None of them ever knew where exactly it was that he went. None of them were really all that interested though, either. The bookstore? Probably. It was the only thing they could think of. Where else would he be off to for almost two hours, other than somewhere where he could read?
Still, none of them cared enough to find out. Only after the first five months he and Alice had been living with them, every Sunday morning, he'd walk out the door, and always come back about an hour and a half later. Never once did that routine change. Every single town they went to, every single barrier that got in the way, he'd always leave and come back.
None of them knew where he went.
None of them cared.
Alice skipped down the stairs, smiling brightly at him as his hand grabbed the handle. "May I join you?"
He raised a perfect blond eyebrow towards her. This was new.
All she did was grin a bit bigger, the slyness almost there, and it almost hurt to feel the excitement bouncing off her. That was normal though.
Shrugging, he held the door open for her. "Of course."
He easily sped down the slippery roads, barely concentrating on the traffic, but instead on the joy radiating through the car in waves. He should've been used to it by now, he knew, but her emotions never once failed to completely grab and hold in his attention.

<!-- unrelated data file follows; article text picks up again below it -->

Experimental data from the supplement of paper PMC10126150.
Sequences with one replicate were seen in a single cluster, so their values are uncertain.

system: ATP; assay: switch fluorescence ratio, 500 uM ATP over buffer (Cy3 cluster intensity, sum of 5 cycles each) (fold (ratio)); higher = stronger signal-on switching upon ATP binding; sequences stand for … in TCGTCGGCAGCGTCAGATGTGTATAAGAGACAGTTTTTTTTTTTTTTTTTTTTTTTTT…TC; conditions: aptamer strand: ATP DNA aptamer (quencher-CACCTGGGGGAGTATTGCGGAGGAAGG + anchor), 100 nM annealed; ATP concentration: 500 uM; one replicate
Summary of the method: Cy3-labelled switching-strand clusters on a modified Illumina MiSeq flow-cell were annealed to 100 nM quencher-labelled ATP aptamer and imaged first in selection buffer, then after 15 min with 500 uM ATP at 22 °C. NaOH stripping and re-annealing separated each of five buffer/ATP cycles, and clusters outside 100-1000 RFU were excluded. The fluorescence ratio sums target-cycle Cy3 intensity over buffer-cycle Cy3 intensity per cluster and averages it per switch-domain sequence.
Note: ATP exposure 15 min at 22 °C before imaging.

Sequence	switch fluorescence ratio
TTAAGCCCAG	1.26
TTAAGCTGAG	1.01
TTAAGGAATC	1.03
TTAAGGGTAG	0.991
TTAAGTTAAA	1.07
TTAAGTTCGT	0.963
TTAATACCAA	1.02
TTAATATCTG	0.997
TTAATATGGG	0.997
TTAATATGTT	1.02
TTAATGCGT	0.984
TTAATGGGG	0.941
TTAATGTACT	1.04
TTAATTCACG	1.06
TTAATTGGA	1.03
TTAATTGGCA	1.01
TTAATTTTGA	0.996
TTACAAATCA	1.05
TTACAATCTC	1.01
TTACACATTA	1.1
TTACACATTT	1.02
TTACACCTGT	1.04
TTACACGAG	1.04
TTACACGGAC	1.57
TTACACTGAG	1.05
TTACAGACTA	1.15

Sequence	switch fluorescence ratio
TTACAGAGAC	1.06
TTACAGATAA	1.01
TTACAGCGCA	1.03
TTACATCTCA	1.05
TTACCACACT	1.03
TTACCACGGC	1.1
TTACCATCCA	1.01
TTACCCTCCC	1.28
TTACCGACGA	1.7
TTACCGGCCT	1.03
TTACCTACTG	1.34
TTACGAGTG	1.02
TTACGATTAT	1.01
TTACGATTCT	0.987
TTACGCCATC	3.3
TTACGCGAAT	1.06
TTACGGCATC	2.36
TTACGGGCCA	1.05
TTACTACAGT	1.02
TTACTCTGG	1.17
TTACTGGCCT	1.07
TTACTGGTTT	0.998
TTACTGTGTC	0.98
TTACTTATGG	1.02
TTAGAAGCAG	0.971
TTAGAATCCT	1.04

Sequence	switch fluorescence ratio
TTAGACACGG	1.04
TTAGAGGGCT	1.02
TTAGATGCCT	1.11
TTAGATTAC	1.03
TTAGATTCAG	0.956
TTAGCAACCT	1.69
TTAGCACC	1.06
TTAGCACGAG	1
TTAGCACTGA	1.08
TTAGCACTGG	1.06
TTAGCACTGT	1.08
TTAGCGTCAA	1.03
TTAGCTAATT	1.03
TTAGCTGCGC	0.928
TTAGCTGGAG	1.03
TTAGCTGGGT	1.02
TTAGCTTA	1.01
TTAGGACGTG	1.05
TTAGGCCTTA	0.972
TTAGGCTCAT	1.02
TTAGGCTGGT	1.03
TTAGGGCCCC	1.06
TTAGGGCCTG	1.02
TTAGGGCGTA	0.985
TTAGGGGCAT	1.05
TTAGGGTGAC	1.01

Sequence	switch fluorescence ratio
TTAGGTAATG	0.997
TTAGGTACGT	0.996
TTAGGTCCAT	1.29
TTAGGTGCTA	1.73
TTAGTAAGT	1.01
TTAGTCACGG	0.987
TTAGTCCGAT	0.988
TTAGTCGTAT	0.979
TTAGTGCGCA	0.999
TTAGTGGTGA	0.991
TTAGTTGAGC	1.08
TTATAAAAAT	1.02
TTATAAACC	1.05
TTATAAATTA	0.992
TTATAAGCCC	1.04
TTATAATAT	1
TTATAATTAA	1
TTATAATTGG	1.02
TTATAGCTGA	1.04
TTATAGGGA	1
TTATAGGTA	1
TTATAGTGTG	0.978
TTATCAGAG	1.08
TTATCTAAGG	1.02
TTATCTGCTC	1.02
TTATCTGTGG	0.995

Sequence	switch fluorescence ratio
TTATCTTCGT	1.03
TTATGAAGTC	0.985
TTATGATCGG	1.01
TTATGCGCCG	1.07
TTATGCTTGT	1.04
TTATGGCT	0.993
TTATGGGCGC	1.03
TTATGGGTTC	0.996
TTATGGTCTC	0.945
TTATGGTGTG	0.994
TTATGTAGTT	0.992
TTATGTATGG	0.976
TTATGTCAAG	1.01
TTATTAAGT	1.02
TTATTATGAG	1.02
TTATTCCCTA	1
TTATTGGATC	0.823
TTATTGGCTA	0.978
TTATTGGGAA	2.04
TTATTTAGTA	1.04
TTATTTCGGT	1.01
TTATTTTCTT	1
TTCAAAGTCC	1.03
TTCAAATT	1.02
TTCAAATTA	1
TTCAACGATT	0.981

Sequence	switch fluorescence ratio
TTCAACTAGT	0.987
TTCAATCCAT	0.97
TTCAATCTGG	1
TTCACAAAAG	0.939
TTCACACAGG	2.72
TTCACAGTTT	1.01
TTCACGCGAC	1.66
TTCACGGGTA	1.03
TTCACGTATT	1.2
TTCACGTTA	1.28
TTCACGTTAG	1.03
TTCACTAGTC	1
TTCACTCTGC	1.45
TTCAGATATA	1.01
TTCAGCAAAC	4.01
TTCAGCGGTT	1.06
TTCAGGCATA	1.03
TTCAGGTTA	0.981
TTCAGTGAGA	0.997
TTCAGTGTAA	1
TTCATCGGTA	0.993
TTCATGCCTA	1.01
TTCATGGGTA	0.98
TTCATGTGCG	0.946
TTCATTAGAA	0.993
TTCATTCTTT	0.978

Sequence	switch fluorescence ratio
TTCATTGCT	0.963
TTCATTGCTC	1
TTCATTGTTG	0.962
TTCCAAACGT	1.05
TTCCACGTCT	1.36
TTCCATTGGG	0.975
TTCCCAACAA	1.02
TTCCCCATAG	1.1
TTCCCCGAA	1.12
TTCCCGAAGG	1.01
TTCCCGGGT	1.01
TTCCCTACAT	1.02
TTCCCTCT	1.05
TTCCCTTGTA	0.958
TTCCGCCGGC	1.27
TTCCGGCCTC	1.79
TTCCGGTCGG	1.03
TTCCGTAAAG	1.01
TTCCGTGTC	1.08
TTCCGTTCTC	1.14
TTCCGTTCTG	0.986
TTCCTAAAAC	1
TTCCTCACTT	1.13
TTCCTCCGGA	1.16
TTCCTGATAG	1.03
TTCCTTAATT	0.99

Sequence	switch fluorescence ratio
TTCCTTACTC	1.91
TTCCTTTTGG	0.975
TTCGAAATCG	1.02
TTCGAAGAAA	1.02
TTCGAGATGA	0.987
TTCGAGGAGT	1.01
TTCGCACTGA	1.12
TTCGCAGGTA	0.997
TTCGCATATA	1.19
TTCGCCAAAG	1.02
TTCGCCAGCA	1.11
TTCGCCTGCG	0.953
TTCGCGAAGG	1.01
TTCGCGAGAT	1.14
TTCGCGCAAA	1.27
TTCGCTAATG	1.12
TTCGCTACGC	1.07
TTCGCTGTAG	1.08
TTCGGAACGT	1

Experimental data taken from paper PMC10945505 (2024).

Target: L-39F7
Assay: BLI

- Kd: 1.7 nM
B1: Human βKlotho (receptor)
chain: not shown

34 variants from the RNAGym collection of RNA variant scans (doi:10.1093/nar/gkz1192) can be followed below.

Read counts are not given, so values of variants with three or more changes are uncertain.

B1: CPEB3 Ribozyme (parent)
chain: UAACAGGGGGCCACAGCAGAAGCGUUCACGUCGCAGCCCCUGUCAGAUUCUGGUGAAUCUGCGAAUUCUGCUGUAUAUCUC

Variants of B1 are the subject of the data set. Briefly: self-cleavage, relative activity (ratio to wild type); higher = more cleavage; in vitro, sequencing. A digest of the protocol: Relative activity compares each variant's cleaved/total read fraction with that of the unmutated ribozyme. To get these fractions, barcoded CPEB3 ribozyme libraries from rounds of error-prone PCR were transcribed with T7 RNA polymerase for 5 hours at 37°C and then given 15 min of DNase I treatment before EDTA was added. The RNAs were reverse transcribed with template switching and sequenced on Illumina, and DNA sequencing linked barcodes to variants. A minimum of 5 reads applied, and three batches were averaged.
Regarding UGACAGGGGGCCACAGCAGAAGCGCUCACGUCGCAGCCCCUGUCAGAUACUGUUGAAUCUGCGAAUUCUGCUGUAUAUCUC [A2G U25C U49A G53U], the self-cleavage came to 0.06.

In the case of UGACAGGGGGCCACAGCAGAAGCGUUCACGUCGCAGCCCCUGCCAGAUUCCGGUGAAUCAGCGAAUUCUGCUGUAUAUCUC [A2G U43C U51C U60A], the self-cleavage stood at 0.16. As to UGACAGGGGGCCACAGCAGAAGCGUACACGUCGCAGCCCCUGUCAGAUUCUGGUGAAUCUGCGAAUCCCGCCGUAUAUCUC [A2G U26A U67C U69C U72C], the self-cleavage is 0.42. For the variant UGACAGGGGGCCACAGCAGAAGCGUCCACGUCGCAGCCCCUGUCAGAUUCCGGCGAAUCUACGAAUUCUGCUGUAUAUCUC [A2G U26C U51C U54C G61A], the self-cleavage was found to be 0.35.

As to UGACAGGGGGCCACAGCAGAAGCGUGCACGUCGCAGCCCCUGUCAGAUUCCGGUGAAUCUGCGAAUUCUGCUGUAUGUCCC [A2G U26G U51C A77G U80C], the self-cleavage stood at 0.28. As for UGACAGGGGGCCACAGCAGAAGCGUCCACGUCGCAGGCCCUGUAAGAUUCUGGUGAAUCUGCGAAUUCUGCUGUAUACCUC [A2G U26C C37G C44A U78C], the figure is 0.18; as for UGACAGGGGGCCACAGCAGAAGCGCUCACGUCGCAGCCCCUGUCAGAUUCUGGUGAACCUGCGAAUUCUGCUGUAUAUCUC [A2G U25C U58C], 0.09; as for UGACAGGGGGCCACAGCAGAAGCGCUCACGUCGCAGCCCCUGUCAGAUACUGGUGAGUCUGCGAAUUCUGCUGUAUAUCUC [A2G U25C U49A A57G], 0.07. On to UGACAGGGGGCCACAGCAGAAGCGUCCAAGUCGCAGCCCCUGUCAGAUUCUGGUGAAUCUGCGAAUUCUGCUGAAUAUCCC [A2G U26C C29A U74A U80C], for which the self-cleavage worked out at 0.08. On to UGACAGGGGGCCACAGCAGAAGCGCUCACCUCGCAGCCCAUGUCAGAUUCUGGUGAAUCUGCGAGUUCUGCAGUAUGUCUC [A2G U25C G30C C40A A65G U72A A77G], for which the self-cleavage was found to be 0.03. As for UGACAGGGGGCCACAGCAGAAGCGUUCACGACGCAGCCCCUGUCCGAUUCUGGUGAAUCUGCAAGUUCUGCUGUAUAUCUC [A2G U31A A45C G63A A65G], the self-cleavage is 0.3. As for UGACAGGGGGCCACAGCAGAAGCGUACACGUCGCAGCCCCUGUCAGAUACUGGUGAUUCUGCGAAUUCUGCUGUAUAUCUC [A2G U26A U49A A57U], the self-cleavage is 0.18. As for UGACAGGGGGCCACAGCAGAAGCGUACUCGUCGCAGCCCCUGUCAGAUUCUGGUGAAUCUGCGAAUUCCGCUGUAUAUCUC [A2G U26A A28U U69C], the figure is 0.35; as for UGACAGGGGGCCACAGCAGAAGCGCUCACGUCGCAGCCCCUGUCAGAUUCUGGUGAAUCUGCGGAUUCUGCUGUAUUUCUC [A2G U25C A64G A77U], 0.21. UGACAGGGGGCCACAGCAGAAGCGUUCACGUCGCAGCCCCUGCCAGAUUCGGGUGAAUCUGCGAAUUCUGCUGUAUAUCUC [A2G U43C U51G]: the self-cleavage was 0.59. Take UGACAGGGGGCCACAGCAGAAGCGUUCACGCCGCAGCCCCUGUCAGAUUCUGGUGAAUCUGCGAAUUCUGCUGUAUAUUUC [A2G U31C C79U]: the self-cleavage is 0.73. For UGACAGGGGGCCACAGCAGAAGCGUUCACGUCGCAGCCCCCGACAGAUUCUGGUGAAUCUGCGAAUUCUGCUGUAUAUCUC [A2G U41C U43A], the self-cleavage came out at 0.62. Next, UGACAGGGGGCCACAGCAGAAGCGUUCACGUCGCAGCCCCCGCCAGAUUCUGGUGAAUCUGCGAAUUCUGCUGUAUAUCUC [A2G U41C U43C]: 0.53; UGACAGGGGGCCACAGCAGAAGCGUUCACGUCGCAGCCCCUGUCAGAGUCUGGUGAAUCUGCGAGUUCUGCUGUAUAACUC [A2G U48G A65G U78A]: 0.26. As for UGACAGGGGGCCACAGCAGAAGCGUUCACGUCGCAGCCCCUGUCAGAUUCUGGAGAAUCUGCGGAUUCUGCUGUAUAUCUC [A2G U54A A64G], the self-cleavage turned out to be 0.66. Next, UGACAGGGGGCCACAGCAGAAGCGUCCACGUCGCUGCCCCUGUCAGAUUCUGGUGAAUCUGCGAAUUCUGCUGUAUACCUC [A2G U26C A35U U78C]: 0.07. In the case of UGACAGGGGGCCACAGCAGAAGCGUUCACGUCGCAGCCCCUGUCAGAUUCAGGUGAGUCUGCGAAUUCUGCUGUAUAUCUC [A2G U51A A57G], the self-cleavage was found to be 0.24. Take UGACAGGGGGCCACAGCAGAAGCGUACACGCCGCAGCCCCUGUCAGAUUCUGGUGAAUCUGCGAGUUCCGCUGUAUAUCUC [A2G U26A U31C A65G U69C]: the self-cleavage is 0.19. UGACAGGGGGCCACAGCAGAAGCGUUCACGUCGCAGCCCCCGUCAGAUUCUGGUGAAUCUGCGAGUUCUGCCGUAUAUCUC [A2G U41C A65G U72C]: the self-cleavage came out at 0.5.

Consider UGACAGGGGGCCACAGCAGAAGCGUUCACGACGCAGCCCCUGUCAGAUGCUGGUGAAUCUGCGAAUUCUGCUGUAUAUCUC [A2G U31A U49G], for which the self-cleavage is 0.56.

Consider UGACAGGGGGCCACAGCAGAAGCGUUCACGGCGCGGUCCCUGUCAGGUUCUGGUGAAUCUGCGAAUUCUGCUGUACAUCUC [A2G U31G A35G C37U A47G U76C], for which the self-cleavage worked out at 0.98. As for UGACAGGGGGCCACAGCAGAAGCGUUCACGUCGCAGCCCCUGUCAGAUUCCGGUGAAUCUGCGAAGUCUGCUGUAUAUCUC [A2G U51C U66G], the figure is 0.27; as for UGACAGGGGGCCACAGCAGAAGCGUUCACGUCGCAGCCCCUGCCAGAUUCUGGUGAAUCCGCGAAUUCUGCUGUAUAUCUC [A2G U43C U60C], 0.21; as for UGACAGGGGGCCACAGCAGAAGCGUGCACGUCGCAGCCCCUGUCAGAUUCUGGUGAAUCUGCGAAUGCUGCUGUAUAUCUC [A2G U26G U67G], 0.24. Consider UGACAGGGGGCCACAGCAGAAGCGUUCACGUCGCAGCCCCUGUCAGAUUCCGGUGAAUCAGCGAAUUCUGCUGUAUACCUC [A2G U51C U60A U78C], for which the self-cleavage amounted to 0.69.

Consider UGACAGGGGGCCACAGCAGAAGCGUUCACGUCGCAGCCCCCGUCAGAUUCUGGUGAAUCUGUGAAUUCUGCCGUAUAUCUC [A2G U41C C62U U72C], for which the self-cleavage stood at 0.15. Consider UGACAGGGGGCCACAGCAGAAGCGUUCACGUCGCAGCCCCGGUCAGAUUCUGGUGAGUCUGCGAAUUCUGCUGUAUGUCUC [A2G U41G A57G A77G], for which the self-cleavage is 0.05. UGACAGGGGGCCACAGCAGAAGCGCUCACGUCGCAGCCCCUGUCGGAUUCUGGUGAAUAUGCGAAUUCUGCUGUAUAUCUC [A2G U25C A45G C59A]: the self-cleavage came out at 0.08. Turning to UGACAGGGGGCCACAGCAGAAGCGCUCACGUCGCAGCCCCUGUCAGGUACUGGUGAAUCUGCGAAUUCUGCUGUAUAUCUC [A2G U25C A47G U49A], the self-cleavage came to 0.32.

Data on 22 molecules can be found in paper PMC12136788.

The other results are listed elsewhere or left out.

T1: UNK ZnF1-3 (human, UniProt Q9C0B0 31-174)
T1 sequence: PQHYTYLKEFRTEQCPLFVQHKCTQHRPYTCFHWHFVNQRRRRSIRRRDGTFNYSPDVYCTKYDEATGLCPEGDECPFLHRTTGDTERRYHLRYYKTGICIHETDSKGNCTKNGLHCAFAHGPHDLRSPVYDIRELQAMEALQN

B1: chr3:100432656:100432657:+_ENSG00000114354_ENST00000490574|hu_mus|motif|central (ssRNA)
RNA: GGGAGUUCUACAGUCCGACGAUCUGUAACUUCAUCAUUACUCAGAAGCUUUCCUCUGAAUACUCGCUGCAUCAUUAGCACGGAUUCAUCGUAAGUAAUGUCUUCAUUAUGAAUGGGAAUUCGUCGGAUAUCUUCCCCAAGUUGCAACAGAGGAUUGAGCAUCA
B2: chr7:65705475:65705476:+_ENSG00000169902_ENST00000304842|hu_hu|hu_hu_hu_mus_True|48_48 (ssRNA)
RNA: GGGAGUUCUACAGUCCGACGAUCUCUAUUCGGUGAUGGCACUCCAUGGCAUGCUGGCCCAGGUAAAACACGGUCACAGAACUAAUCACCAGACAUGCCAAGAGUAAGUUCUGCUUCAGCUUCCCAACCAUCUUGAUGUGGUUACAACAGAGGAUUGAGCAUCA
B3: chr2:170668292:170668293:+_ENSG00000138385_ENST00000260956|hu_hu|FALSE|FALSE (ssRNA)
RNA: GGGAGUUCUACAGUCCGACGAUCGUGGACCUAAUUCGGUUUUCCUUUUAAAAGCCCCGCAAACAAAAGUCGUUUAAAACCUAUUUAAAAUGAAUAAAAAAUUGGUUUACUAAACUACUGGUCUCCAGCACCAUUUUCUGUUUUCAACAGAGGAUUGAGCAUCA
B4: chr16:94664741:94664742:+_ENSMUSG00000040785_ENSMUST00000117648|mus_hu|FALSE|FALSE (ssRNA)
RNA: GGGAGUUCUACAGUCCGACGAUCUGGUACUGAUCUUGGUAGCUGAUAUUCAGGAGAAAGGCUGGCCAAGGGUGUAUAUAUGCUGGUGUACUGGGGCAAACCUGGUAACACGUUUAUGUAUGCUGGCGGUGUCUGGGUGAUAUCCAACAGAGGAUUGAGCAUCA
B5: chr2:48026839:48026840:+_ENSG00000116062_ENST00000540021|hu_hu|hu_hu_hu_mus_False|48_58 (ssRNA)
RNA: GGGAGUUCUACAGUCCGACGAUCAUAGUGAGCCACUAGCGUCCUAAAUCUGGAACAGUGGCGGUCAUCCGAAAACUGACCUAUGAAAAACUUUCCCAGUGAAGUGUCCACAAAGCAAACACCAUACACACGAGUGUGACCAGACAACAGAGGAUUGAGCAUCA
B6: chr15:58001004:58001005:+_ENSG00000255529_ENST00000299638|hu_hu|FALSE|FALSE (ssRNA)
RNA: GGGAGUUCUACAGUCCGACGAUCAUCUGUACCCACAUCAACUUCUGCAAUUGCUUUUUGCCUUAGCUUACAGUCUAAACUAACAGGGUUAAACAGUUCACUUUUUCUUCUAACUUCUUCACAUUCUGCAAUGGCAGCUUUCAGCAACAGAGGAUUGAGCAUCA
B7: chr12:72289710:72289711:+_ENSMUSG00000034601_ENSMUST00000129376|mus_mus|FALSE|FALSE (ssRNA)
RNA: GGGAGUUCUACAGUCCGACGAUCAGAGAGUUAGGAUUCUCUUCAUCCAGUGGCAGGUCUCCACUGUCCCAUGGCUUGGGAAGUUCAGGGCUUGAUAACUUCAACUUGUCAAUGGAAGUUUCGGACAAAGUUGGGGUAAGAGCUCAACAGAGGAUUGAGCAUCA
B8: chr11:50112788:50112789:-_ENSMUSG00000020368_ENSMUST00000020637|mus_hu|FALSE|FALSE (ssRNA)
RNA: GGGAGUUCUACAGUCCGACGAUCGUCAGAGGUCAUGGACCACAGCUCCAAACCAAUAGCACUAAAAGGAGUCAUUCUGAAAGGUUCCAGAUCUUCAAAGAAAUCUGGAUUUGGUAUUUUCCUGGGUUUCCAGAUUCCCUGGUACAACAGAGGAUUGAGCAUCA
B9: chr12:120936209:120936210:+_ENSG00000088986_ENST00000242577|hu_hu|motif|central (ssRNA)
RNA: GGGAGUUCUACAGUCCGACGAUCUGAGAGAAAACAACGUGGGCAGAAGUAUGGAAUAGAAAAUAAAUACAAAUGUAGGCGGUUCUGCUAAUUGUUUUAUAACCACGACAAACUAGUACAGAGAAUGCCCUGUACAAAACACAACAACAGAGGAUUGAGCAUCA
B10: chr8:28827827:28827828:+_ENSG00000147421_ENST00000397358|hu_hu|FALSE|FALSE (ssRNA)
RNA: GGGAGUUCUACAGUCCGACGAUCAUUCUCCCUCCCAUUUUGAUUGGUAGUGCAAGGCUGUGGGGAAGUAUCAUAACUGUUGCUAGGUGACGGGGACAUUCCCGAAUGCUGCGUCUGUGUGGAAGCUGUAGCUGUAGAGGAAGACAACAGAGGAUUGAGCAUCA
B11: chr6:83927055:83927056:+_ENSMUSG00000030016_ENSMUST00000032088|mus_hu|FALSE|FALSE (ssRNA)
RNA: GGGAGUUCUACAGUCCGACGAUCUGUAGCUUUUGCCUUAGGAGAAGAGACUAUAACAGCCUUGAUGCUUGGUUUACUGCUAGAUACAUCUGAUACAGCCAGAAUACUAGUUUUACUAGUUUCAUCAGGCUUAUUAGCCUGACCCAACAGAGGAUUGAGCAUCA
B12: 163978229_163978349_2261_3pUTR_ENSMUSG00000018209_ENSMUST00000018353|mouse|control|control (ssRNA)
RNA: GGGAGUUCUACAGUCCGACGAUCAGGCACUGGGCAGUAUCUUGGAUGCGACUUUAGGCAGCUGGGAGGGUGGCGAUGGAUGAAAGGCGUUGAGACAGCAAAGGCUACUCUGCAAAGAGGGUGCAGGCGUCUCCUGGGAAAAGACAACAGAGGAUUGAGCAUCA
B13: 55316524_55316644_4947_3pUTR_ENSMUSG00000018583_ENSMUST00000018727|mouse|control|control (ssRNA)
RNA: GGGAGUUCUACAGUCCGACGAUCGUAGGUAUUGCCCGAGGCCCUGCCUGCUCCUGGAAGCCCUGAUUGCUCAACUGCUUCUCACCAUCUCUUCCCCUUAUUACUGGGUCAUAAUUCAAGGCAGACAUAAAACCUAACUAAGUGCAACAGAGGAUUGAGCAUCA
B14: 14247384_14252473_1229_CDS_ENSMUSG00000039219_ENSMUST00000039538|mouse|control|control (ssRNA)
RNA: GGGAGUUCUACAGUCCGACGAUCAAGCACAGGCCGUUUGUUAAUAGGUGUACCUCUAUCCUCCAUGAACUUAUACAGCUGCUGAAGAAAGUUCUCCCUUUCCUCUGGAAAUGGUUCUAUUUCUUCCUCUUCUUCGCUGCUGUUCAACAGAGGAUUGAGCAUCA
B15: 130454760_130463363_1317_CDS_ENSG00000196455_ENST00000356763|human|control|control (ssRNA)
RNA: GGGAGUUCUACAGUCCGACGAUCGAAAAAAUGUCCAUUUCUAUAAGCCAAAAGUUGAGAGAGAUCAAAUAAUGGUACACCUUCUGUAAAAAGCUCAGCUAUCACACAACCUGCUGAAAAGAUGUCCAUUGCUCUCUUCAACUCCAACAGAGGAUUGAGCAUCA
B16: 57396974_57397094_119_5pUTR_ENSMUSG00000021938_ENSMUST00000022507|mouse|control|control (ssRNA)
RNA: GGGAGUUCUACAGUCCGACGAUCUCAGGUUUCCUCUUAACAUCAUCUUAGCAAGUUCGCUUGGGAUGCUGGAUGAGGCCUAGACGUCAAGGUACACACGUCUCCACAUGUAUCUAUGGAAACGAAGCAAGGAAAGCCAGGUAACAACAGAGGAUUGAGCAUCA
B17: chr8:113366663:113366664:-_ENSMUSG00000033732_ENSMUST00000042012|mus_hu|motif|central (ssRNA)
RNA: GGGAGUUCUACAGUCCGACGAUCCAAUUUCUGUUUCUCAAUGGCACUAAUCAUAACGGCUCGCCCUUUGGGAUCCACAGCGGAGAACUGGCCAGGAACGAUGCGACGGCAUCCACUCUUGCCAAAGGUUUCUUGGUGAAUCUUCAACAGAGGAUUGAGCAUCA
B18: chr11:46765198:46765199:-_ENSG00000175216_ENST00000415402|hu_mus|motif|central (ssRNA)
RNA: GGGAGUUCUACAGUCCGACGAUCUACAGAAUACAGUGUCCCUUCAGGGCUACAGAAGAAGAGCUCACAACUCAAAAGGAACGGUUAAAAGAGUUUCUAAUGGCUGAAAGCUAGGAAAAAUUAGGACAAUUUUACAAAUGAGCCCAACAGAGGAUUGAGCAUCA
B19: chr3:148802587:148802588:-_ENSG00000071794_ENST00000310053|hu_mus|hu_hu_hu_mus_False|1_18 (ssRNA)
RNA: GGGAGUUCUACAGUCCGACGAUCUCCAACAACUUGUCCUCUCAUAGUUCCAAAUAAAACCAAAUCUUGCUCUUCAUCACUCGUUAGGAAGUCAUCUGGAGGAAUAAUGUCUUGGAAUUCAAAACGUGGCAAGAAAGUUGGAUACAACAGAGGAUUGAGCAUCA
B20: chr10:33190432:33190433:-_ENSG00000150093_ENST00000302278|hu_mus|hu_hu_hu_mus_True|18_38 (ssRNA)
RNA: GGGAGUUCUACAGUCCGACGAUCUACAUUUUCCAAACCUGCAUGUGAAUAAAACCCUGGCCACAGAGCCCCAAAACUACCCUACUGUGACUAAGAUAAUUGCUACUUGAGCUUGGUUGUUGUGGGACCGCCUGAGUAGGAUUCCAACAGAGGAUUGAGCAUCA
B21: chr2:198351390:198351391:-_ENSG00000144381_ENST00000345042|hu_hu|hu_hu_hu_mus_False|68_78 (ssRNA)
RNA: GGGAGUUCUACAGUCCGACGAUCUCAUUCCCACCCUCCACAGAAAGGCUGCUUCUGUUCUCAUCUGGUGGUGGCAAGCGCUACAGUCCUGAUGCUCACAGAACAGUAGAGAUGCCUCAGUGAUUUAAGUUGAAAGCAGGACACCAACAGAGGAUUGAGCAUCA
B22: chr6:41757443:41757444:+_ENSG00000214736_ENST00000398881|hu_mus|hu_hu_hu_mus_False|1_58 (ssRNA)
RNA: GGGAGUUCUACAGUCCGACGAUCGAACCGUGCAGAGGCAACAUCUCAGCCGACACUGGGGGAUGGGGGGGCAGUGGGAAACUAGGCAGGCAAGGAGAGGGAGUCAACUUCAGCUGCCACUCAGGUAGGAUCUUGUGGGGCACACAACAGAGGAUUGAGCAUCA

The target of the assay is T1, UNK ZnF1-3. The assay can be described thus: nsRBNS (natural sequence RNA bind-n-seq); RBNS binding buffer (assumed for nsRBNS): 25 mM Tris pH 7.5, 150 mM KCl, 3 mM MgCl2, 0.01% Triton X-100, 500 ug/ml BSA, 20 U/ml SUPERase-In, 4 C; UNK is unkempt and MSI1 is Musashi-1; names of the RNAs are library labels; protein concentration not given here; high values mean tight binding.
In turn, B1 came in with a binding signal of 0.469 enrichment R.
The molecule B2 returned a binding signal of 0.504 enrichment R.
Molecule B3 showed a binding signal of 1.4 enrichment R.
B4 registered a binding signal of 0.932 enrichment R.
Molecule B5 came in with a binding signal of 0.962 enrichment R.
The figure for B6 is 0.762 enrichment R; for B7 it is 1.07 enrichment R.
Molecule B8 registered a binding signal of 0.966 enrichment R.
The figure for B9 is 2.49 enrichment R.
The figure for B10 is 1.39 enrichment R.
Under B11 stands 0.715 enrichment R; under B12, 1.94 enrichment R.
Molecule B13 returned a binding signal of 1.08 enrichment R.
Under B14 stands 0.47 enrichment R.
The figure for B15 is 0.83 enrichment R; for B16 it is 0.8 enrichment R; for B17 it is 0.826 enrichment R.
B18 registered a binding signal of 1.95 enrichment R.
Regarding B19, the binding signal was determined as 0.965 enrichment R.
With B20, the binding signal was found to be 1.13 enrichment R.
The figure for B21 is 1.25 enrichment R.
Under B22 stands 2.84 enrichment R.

In a time that seemed much too short, they pulled up to the old stone building, and the moment they were out of the car she grabbed his hand, towing him along with her through the huge wooden doors at the front, acting as if she was the one who did this all the time and he was the guest.
He didn't care.
He never did.
A few heads turned as they made their entrance, though they tried to blend in with the crowd that walked in alongside them.
Most headed to the front.
The stayed in the back corner.
She cuddled up close to him, their hands still gripped together, listening to the soft music of the organist that sat in the balcony above them. Jesu Joy of Man's Desiring. He had heard the song a thousand times, but still welcomed the warm melody; welcomed the soothing affects it had on everyone around them.
The emotions here were always like a drug.
Maybe that's why he never once failed to come here. It all was so comforting after so long of being tortured by everyone around him. It was a break.
Or maybe it was just the fact that he wanted—needed—the belief that there was something greater than the shame and punishment of this world. The faith that there was someone out there willing to forgive even a killer like him if he tried hard enough.
Either way, whatever the reason, it didn't matter.
Because the service always began.
1. For the past fifty years, he'd never once missed a church service.